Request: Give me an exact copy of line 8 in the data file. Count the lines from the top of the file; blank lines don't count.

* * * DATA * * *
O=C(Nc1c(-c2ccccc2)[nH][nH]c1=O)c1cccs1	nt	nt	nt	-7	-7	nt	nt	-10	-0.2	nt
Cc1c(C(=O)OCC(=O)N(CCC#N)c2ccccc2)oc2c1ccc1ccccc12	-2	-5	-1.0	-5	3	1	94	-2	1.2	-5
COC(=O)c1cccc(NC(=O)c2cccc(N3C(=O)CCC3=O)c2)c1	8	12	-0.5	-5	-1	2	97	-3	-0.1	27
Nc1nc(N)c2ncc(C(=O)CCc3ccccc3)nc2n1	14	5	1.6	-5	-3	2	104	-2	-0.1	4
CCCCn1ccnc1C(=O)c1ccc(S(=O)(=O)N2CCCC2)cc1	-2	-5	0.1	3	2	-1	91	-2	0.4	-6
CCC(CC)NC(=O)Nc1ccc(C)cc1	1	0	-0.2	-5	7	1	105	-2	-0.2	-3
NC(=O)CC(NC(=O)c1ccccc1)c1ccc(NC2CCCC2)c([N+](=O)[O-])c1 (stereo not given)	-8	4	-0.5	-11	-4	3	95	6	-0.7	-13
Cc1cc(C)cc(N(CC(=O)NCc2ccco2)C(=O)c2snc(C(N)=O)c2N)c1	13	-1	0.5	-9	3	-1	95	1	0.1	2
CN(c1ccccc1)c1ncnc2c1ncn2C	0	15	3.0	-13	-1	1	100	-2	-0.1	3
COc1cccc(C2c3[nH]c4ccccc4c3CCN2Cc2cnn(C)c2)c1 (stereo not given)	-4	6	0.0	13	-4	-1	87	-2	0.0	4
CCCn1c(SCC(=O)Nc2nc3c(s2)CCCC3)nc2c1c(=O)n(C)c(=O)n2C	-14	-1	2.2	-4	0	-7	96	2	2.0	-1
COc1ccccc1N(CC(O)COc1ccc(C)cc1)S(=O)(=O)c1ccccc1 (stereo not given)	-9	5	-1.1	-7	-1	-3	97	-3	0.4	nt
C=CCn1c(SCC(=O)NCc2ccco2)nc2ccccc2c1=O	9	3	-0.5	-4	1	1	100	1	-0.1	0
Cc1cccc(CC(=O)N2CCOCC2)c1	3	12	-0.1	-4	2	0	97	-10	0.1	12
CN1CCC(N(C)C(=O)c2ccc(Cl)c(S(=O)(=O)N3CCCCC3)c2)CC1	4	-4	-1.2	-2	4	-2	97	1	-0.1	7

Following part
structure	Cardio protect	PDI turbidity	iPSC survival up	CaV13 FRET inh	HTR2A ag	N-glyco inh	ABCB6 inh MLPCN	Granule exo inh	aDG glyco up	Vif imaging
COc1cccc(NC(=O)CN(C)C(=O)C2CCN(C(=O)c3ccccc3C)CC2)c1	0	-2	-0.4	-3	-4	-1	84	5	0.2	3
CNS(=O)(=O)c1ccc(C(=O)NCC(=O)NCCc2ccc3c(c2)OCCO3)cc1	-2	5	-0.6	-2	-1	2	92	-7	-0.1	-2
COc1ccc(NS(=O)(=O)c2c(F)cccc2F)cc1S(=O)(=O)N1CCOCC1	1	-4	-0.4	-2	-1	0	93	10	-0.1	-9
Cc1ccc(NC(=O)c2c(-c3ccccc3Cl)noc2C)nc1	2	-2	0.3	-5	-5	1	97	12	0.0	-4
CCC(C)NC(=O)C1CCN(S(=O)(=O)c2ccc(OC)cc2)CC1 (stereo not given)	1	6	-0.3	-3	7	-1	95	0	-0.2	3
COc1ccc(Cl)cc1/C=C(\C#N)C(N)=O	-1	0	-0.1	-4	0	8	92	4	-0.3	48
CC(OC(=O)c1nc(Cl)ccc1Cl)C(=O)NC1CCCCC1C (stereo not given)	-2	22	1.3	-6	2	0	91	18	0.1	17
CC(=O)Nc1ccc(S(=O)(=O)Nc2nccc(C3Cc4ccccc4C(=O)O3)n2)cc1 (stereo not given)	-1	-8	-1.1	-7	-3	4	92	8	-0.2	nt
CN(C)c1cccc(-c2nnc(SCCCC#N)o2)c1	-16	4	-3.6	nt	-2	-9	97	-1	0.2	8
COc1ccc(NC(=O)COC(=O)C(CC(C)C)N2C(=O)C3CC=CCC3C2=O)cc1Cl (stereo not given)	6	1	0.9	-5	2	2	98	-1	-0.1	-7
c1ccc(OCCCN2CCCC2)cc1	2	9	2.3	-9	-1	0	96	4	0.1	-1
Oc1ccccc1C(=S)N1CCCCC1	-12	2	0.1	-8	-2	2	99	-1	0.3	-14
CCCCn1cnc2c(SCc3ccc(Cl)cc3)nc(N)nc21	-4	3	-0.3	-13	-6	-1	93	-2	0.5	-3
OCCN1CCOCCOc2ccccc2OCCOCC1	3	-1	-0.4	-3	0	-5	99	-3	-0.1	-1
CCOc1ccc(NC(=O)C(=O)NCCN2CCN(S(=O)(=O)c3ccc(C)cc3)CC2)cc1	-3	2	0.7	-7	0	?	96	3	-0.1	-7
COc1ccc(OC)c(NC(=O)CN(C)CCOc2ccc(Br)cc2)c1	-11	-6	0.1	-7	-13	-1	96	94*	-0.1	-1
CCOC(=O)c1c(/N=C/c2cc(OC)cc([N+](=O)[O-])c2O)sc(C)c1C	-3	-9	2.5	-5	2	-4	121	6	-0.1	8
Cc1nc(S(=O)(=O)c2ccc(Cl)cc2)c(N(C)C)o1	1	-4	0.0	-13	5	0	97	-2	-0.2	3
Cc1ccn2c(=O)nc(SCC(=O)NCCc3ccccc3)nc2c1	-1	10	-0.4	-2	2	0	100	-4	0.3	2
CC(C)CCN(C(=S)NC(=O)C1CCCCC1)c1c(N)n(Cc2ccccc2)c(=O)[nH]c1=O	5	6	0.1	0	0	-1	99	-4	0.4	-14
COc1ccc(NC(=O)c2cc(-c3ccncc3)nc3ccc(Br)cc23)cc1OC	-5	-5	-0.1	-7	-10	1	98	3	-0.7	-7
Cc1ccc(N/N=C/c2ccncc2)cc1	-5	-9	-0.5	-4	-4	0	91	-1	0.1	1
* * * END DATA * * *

Cc1cc(C)cc(N(CC(=O)NCc2ccco2)C(=O)c2snc(C(N)=O)c2N)c1	13	-1	0.5	-9	3	-1	95	1	0.1	2